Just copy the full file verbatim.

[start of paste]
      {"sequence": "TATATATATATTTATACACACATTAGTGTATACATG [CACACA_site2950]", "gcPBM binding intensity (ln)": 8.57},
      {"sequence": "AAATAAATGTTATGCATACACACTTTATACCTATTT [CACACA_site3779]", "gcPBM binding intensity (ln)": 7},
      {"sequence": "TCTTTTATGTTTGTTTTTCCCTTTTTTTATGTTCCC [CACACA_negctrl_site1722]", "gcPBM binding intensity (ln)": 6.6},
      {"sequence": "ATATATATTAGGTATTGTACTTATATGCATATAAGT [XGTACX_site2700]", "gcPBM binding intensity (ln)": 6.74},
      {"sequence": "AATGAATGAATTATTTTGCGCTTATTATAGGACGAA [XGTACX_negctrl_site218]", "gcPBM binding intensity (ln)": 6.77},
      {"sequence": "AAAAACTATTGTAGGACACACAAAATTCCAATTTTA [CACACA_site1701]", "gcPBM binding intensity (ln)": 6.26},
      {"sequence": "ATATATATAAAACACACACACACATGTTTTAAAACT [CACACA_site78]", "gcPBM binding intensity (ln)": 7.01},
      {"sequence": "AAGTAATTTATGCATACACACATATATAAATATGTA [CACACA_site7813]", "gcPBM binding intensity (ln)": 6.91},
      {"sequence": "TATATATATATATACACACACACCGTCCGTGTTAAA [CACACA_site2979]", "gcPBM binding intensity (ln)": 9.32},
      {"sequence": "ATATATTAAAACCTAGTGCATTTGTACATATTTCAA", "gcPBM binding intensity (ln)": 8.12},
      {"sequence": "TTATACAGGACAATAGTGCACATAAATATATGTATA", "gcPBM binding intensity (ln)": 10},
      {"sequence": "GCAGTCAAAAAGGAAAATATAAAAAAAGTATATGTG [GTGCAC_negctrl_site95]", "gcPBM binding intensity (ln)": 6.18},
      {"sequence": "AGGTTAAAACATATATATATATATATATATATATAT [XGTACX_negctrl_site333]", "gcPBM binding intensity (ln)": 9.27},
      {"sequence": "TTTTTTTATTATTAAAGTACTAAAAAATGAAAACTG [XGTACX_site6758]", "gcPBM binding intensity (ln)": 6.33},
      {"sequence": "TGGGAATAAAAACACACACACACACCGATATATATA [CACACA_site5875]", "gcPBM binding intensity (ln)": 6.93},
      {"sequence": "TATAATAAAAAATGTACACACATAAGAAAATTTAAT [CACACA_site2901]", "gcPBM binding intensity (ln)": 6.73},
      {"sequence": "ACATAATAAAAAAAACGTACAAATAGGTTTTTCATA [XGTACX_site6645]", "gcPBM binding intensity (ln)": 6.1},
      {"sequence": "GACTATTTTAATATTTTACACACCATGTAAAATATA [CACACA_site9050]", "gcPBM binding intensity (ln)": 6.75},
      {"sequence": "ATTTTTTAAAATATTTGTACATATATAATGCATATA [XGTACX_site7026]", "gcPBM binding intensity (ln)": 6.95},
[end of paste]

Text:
      {"sequence": "TATATATATATTTATACACACATTAGTGTATACATG [CACACA_site2950]", "gcPBM binding intensity (ln)": 8.57},
      {"sequence": "AAATAAATGTTATGCATACACACTTTATACCTATTT [CACACA_site3779]", "gcPBM binding intensity (ln)": 7},
      {"sequence": "TCTTTTATGTTTGTTTTTCCCTTTTTTTATGTTCCC [CACACA_negctrl_site1722]", "gcPBM binding intensity (ln)": 6.6},
      {"sequence": "ATATATATTAGGTATTGTACTTATATGCATATAAGT [XGTACX_site2700]", "gcPBM binding intensity (ln)": 6.74},
      {"sequence": "AATGAATGAATTATTTTGCGCTTATTATAGGACGAA [XGTACX_negctrl_site218]", "gcPBM binding intensity (ln)": 6.77},
      {"sequence": "AAAAACTATTGTAGGACACACAAAATTCCAATTTTA [CACACA_site1701]", "gcPBM binding intensity (ln)": 6.26},
      {"sequence": "ATATATATAAAACACACACACACATGTTTTAAAACT [CACACA_site78]", "gcPBM binding intensity (ln)": 7.01},
      {"sequence": "AAGTAATTTATGCATACACACATATATAAATATGTA [CACACA_site7813]", "gcPBM binding intensity (ln)": 6.91},
      {"sequence": "TATATATATATATACACACACACCGTCCGTGTTAAA [CACACA_site2979]", "gcPBM binding intensity (ln)": 9.32},
      {"sequence": "ATATATTAAAACCTAGTGCATTTGTACATATTTCAA", "gcPBM binding intensity (ln)": 8.12},
      {"sequence": "TTATACAGGACAATAGTGCACATAAATATATGTATA", "gcPBM binding intensity (ln)": 10},
      {"sequence": "GCAGTCAAAAAGGAAAATATAAAAAAAGTATATGTG [GTGCAC_negctrl_site95]", "gcPBM binding intensity (ln)": 6.18},
      {"sequence": "AGGTTAAAACATATATATATATATATATATATATAT [XGTACX_negctrl_site333]", "gcPBM binding intensity (ln)": 9.27},
      {"sequence": "TTTTTTTATTATTAAAGTACTAAAAAATGAAAACTG [XGTACX_site6758]", "gcPBM binding intensity (ln)": 6.33},
      {"sequence": "TGGGAATAAAAACACACACACACACCGATATATATA [CACACA_site5875]", "gcPBM binding intensity (ln)": 6.93},
      {"sequence": "TATAATAAAAAATGTACACACATAAGAAAATTTAAT [CACACA_site2901]", "gcPBM binding intensity (ln)": 6.73},
      {"sequence": "ACATAATAAAAAAAACGTACAAATAGGTTTTTCATA [XGTACX_site6645]", "gcPBM binding intensity (ln)": 6.1},
      {"sequence": "GACTATTTTAATATTTTACACACCATGTAAAATATA [CACACA_site9050]", "gcPBM binding intensity (ln)": 6.75},
      {"sequence": "ATTTTTTAAAATATTTGTACATATATAATGCATATA [XGTACX_site7026]", "gcPBM binding intensity (ln)": 6.95},